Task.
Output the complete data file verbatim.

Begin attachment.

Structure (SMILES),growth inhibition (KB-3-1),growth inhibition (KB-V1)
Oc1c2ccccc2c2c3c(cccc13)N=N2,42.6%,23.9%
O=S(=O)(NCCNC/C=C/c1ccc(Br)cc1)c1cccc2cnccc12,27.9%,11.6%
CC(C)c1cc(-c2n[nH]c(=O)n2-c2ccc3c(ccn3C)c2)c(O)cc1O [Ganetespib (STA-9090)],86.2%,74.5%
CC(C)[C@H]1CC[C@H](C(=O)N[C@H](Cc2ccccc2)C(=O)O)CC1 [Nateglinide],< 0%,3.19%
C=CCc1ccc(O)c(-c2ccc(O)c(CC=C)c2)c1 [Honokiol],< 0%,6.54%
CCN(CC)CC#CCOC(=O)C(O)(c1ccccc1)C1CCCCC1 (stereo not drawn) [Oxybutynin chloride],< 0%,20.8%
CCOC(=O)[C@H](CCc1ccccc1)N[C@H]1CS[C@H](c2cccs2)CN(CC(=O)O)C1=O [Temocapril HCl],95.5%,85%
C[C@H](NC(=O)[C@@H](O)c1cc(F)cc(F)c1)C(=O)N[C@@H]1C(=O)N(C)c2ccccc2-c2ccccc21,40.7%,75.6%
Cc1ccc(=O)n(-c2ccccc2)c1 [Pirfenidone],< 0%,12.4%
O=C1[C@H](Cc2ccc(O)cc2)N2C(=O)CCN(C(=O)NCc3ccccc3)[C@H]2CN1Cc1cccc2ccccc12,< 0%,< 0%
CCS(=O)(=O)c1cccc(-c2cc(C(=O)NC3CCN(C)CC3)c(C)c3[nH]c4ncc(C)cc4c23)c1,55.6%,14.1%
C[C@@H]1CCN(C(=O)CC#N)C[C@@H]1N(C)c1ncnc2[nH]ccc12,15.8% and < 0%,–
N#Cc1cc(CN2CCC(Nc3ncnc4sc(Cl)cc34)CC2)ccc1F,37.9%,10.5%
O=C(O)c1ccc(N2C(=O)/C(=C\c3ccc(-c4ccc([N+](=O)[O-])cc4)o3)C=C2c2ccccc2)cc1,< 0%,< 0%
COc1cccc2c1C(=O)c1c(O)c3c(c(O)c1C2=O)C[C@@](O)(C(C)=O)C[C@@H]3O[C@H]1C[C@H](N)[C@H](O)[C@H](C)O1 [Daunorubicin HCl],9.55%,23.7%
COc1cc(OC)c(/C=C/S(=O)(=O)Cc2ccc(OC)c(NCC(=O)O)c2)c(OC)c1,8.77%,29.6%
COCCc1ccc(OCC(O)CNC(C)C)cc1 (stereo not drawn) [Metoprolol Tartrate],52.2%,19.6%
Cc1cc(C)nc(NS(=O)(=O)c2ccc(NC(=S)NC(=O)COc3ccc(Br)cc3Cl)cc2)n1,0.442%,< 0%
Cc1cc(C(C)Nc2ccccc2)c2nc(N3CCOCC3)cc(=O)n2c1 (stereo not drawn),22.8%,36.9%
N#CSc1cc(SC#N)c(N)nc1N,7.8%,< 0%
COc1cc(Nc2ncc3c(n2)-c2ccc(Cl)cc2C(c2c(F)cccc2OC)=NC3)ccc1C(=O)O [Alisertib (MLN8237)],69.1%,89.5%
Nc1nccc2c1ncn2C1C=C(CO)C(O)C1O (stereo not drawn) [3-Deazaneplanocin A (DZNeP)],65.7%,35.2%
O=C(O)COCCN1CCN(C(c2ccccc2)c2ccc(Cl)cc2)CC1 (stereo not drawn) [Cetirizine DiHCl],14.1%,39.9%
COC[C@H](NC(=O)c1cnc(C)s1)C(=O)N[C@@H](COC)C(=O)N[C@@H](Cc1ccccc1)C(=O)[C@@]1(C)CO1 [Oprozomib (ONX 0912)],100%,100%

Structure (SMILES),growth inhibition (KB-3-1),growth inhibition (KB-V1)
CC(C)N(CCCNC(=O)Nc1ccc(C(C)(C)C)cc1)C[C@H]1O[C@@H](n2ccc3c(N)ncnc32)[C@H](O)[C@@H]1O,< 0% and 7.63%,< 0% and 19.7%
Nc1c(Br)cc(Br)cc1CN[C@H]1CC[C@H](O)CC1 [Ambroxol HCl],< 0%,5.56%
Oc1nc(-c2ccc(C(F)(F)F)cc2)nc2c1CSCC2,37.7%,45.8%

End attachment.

Structure (SMILES),growth inhibition (KB-3-1),growth inhibition (KB-V1)
Oc1c2ccccc2c2c3c(cccc13)N=N2,42.6%,23.9%
O=S(=O)(NCCNC/C=C/c1ccc(Br)cc1)c1cccc2cnccc12,27.9%,11.6%
CC(C)c1cc(-c2n[nH]c(=O)n2-c2ccc3c(ccn3C)c2)c(O)cc1O [Ganetespib (STA-9090)],86.2%,74.5%
CC(C)[C@H]1CC[C@H](C(=O)N[C@H](Cc2ccccc2)C(=O)O)CC1 [Nateglinide],< 0%,3.19%
C=CCc1ccc(O)c(-c2ccc(O)c(CC=C)c2)c1 [Honokiol],< 0%,6.54%
CCN(CC)CC#CCOC(=O)C(O)(c1ccccc1)C1CCCCC1 (stereo not drawn) [Oxybutynin chloride],< 0%,20.8%
CCOC(=O)[C@H](CCc1ccccc1)N[C@H]1CS[C@H](c2cccs2)CN(CC(=O)O)C1=O [Temocapril HCl],95.5%,85%
C[C@H](NC(=O)[C@@H](O)c1cc(F)cc(F)c1)C(=O)N[C@@H]1C(=O)N(C)c2ccccc2-c2ccccc21,40.7%,75.6%
Cc1ccc(=O)n(-c2ccccc2)c1 [Pirfenidone],< 0%,12.4%
O=C1[C@H](Cc2ccc(O)cc2)N2C(=O)CCN(C(=O)NCc3ccccc3)[C@H]2CN1Cc1cccc2ccccc12,< 0%,< 0%
CCS(=O)(=O)c1cccc(-c2cc(C(=O)NC3CCN(C)CC3)c(C)c3[nH]c4ncc(C)cc4c23)c1,55.6%,14.1%
C[C@@H]1CCN(C(=O)CC#N)C[C@@H]1N(C)c1ncnc2[nH]ccc12,15.8% and < 0%,–
N#Cc1cc(CN2CCC(Nc3ncnc4sc(Cl)cc34)CC2)ccc1F,37.9%,10.5%
O=C(O)c1ccc(N2C(=O)/C(=C\c3ccc(-c4ccc([N+](=O)[O-])cc4)o3)C=C2c2ccccc2)cc1,< 0%,< 0%
COc1cccc2c1C(=O)c1c(O)c3c(c(O)c1C2=O)C[C@@](O)(C(C)=O)C[C@@H]3O[C@H]1C[C@H](N)[C@H](O)[C@H](C)O1 [Daunorubicin HCl],9.55%,23.7%
COc1cc(OC)c(/C=C/S(=O)(=O)Cc2ccc(OC)c(NCC(=O)O)c2)c(OC)c1,8.77%,29.6%
COCCc1ccc(OCC(O)CNC(C)C)cc1 (stereo not drawn) [Metoprolol Tartrate],52.2%,19.6%
Cc1cc(C)nc(NS(=O)(=O)c2ccc(NC(=S)NC(=O)COc3ccc(Br)cc3Cl)cc2)n1,0.442%,< 0%
Cc1cc(C(C)Nc2ccccc2)c2nc(N3CCOCC3)cc(=O)n2c1 (stereo not drawn),22.8%,36.9%
N#CSc1cc(SC#N)c(N)nc1N,7.8%,< 0%
COc1cc(Nc2ncc3c(n2)-c2ccc(Cl)cc2C(c2c(F)cccc2OC)=NC3)ccc1C(=O)O [Alisertib (MLN8237)],69.1%,89.5%
Nc1nccc2c1ncn2C1C=C(CO)C(O)C1O (stereo not drawn) [3-Deazaneplanocin A (DZNeP)],65.7%,35.2%
O=C(O)COCCN1CCN(C(c2ccccc2)c2ccc(Cl)cc2)CC1 (stereo not drawn) [Cetirizine DiHCl],14.1%,39.9%
COC[C@H](NC(=O)c1cnc(C)s1)C(=O)N[C@@H](COC)C(=O)N[C@@H](Cc1ccccc1)C(=O)[C@@]1(C)CO1 [Oprozomib (ONX 0912)],100%,100%

Structure (SMILES),growth inhibition (KB-3-1),growth inhibition (KB-V1)
CC(C)N(CCCNC(=O)Nc1ccc(C(C)(C)C)cc1)C[C@H]1O[C@@H](n2ccc3c(N)ncnc32)[C@H](O)[C@@H]1O,< 0% and 7.63%,< 0% and 19.7%
Nc1c(Br)cc(Br)cc1CN[C@H]1CC[C@H](O)CC1 [Ambroxol HCl],< 0%,5.56%
Oc1nc(-c2ccc(C(F)(F)F)cc2)nc2c1CSCC2,37.7%,45.8%